Have you had any experience of repeat payments (subscriptions?). It seems very few places do a good job of this and it’s pretty much the only reason I rely on Paypal (i.e. Paypal take a card imprint and charge repeat payments to it without storing the details)

Rachel: 16 Sep 2011 at 12:34:01

We use PayPoint as a PSP and you can set payments as recurring although I haven’t had to use that functionality.

I have heard good stuff about Recurly: http://recurly.com/ It does the secure storage of card data and subscription management and seems to work with various gateways.

Thomas Baekdal: 19 Sep 2011 at 11:35:38

What about sales. Are a difference in sales before and after moving away from Paypal?

Rachel: 19 Sep 2011 at 12:43:18

@Thomas Baekdal the effect on sales is going to depend on your market and whether you completely move away from PayPal or just offer a second option. I can tell you that for Perch we offer both PayPal and credit card. Credit card payments are more than twice the number of PayPal ones, so generally people prefer not to use PayPal (and our market is essentially web designers and developers).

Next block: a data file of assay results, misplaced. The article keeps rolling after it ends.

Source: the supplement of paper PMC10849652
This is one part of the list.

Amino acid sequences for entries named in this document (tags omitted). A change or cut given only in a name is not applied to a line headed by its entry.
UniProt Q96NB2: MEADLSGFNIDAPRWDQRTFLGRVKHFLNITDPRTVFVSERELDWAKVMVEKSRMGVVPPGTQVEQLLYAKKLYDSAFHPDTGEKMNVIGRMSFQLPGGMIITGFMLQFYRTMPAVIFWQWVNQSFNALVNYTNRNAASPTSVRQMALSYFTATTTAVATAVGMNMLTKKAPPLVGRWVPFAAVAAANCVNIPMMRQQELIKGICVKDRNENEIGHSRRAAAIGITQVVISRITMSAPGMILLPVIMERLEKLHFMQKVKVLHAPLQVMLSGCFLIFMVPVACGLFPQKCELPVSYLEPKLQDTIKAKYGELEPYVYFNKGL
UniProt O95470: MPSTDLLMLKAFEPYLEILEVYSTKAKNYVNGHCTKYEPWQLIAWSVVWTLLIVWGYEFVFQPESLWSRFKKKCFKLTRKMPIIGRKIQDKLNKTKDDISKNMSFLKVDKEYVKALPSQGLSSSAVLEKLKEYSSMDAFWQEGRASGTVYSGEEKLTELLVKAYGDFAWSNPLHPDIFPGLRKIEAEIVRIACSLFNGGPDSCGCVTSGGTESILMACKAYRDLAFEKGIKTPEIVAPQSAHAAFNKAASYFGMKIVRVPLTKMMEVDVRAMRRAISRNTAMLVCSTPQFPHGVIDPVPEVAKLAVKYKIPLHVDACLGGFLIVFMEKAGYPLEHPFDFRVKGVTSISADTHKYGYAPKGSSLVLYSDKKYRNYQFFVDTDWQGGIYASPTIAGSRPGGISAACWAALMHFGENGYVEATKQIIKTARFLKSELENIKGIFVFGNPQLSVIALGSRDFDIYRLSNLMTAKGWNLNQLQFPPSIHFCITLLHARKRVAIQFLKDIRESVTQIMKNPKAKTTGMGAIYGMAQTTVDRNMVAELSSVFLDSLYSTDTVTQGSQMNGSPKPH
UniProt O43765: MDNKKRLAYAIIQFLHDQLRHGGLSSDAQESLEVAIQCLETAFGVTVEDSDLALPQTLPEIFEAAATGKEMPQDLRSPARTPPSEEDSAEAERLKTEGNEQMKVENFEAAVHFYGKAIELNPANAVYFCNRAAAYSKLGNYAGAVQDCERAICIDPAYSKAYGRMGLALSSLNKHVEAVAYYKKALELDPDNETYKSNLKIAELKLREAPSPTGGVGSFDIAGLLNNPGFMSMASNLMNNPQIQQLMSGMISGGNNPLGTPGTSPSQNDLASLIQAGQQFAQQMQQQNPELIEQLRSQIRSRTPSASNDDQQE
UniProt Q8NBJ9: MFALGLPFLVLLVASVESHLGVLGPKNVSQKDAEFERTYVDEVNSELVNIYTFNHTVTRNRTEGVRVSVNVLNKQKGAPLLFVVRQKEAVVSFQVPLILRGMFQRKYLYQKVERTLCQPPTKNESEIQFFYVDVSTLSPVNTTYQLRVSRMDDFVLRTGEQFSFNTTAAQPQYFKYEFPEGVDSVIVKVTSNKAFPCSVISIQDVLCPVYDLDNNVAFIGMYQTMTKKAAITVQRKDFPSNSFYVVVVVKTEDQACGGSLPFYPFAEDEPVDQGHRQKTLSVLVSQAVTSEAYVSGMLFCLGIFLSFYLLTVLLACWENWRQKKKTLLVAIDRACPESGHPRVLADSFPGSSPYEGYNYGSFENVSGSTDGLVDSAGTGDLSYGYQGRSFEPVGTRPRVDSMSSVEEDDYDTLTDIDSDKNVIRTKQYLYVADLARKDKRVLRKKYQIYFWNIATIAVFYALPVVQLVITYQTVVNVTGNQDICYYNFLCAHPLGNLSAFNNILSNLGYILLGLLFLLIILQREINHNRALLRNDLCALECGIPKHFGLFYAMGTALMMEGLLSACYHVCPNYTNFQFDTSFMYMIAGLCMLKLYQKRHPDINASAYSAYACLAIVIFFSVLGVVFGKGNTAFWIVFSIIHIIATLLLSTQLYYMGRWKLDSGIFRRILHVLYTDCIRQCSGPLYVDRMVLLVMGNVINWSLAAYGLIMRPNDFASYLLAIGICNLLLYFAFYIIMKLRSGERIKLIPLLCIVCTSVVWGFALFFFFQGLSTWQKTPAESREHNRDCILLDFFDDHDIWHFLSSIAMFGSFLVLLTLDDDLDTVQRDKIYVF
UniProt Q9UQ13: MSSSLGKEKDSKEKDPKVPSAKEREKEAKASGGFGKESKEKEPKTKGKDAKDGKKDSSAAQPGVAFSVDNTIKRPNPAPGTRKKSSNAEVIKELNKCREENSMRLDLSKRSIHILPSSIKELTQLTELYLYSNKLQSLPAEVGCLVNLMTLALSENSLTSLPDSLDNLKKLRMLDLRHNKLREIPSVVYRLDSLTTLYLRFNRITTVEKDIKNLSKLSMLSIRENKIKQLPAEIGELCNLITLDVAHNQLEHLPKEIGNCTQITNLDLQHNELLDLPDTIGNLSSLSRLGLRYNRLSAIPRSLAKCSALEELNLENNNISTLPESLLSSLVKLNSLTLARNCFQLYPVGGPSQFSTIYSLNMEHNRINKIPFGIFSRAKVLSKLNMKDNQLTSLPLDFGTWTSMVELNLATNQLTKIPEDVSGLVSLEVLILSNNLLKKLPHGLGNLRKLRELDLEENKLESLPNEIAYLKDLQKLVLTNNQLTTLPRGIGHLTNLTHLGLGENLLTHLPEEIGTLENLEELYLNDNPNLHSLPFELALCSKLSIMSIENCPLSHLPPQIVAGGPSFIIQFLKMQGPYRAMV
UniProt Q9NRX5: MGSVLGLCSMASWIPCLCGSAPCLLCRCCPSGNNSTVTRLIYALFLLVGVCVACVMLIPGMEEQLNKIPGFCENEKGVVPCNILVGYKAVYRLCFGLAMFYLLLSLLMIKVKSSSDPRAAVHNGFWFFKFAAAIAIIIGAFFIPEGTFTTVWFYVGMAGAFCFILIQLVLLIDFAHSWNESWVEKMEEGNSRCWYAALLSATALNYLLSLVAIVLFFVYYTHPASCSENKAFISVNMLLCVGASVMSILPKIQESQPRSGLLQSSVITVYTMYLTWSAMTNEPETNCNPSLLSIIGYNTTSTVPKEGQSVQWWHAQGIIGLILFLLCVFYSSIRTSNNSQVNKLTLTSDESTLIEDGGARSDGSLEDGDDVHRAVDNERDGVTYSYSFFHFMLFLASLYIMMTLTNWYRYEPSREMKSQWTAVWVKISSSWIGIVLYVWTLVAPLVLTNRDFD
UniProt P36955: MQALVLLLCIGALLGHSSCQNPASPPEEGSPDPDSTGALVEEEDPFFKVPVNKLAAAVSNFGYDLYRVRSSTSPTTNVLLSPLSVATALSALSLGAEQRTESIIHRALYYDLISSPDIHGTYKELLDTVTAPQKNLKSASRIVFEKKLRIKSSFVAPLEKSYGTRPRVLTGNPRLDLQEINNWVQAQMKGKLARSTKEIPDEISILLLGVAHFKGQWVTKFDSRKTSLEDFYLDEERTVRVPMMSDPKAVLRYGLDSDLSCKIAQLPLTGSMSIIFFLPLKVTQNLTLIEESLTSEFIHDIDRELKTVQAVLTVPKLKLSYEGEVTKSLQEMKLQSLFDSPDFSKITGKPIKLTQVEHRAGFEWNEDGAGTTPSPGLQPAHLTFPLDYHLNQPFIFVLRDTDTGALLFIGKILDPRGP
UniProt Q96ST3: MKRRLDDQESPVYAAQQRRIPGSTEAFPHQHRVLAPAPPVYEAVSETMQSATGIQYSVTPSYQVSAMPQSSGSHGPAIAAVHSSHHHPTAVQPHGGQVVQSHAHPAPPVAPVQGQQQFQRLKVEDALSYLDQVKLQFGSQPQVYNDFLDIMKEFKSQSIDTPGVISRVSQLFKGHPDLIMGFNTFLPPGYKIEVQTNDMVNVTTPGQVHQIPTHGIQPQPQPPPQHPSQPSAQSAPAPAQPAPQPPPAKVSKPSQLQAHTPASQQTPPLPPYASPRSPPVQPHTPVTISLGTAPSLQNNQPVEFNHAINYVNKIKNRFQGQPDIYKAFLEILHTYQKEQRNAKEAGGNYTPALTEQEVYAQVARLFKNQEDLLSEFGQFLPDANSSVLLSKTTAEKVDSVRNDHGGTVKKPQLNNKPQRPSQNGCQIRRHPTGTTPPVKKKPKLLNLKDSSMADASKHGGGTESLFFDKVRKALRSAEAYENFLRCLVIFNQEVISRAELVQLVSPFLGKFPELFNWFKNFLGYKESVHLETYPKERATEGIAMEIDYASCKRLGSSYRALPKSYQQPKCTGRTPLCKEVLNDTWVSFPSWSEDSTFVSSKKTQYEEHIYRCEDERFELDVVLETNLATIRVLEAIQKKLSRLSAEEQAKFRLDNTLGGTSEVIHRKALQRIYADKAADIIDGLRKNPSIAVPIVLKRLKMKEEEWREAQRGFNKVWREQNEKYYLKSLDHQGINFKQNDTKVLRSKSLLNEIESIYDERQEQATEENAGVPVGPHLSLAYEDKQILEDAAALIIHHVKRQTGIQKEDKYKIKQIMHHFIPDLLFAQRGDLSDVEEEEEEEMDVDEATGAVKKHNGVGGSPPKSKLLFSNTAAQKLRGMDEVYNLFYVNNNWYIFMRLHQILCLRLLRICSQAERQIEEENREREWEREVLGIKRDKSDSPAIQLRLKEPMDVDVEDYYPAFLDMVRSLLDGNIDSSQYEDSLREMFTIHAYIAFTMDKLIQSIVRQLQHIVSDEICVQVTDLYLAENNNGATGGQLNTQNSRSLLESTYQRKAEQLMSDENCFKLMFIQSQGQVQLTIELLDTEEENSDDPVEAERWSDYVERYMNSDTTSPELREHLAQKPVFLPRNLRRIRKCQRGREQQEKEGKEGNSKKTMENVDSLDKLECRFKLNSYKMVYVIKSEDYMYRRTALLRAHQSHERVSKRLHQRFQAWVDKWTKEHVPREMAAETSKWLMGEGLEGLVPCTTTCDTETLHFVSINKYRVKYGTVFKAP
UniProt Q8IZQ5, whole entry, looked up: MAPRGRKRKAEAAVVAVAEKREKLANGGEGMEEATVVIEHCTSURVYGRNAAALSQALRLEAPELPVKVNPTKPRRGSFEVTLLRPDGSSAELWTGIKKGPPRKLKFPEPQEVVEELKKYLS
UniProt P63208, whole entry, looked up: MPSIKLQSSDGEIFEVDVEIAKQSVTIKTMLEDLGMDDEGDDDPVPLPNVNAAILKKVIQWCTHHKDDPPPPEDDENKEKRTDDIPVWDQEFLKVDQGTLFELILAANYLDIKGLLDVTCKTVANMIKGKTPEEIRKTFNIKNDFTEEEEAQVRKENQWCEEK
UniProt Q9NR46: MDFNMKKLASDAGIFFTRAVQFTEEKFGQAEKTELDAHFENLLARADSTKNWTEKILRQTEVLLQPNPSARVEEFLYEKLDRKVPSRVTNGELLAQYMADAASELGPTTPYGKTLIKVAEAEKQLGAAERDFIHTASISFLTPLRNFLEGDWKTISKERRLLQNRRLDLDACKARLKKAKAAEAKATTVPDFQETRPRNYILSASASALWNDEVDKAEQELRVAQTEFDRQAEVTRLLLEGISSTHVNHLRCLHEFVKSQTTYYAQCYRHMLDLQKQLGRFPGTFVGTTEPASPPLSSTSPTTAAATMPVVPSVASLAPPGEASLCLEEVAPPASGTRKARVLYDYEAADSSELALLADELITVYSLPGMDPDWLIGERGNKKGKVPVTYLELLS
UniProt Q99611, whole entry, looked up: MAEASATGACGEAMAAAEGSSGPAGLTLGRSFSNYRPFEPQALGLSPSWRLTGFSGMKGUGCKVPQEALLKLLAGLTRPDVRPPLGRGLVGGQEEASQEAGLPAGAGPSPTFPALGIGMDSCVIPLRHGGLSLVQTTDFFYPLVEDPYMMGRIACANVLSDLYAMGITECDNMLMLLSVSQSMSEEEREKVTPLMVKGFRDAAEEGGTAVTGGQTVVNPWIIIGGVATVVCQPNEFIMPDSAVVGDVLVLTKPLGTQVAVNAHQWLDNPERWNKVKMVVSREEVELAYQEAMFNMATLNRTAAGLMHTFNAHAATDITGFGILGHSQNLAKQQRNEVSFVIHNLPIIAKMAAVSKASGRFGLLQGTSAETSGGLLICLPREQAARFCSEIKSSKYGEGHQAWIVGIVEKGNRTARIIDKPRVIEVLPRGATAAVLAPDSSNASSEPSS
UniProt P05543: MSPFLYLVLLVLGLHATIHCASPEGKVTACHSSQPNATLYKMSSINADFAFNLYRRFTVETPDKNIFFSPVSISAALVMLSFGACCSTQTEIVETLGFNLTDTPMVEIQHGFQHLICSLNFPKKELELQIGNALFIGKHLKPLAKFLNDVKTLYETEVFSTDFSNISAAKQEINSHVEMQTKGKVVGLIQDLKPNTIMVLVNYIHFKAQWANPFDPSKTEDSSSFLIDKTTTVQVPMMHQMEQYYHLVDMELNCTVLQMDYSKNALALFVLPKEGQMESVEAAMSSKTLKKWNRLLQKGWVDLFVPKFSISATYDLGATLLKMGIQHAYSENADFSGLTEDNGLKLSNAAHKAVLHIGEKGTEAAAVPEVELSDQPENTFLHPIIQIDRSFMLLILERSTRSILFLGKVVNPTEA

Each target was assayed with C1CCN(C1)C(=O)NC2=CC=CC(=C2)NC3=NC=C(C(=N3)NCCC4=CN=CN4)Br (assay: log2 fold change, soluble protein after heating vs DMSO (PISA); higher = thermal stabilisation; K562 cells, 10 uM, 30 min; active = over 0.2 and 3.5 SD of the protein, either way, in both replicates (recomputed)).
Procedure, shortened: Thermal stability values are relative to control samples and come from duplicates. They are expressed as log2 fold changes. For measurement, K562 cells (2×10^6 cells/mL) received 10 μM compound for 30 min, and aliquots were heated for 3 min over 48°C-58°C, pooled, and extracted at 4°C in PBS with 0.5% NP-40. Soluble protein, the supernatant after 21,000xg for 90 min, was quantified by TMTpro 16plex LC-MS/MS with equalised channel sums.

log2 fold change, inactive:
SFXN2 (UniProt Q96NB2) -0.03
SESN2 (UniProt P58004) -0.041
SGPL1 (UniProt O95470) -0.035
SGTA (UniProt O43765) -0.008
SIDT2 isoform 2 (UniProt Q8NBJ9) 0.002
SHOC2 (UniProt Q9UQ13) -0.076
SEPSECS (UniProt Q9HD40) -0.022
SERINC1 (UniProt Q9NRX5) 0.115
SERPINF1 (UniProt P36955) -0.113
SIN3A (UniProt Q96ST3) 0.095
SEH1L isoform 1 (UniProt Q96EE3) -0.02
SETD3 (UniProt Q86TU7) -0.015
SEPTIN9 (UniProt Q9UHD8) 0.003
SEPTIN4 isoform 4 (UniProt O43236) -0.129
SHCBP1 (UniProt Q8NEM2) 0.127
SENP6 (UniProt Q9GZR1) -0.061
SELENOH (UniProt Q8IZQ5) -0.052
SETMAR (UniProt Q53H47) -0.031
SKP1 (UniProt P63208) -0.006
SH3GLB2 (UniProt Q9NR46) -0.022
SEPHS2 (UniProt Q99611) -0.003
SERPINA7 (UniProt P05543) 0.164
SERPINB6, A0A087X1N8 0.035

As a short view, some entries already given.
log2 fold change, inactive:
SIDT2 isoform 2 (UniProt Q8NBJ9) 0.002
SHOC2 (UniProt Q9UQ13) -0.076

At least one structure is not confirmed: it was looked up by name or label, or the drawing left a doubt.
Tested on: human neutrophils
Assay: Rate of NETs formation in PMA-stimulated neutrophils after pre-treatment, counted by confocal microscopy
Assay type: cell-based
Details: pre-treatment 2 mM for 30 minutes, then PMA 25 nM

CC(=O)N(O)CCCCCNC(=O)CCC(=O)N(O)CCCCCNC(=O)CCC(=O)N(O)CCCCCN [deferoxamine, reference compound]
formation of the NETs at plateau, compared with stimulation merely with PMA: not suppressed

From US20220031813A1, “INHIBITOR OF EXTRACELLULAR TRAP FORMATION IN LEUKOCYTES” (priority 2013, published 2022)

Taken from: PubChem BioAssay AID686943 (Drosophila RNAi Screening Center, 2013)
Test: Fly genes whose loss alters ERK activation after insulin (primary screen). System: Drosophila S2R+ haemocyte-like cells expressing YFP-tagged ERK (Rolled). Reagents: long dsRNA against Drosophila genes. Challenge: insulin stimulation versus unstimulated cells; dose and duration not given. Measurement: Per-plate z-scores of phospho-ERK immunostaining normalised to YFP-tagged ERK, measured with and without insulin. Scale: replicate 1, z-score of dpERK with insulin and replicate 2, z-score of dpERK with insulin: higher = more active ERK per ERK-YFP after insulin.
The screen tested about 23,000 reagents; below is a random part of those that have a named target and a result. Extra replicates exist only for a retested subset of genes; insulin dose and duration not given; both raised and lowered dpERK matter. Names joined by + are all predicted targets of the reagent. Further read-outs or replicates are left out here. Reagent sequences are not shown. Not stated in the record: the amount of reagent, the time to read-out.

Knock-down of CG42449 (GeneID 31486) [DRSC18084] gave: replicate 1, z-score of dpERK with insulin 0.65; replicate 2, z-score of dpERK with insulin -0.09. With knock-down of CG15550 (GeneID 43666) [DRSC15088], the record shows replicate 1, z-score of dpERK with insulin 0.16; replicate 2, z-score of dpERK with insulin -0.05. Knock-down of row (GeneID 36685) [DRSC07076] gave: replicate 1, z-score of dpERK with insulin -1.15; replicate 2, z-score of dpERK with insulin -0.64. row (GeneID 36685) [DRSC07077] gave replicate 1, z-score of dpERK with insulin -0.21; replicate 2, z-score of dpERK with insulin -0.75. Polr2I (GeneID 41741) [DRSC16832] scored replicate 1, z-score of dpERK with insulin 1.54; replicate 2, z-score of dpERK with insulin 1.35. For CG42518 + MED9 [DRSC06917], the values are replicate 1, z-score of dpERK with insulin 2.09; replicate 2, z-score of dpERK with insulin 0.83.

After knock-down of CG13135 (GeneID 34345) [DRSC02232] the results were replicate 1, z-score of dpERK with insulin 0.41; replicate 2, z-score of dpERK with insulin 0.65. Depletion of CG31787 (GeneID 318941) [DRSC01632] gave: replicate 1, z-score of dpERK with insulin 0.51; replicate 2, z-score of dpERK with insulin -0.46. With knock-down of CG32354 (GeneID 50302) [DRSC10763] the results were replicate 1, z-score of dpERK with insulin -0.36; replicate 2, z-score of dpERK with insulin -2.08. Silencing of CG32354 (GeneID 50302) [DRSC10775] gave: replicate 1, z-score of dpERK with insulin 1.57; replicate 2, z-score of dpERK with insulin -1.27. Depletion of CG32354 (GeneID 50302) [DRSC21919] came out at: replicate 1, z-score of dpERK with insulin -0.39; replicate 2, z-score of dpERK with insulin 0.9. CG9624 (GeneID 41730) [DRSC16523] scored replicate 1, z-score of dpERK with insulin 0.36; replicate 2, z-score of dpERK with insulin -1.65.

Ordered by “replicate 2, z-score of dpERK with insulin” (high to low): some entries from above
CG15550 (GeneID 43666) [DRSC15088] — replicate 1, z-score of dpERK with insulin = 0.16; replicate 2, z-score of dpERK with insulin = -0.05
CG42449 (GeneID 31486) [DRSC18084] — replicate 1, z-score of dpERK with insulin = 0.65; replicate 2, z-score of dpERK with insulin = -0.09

Before we moved we had a fair number of people asking if they could pay without using PayPal because they would not use it.

Nivi Morales: 15 Feb 2012 at 00:50:02

Hi Rachel,
Thanks for pointing me to this information earlier today, very useful and I am sure it will come handy in the future.
A bit annoying that a company like PayPal can get away with things like the ones mentioned in this post and yet I still had to open an account with them because so many people use it.
Let’s just hope that more options become available in the near future.

benjamin: 10 Apr 2012 at 22:46:25

Rachel – thanks for this info, extremely useful! Found it while searching Google for “experiences with Paypal business account”. I guess I won’t be using that anymore at this point, but going for the merchant account route instead. Pity, it all sounded so nice and easy with PP. Keep up the great work (and I will try out Perch at some point as well!).

Jack Barham: 06 Sep 2012 at 13:14:39

Great article, very helpful, thanks for sharing

Alex: 07 Sep 2012 at 09:43:16

The idea to move away from PayPal is good once your business takes off. Even in that case you should know of PayPal merchant discount rates – take a minute to review the rates.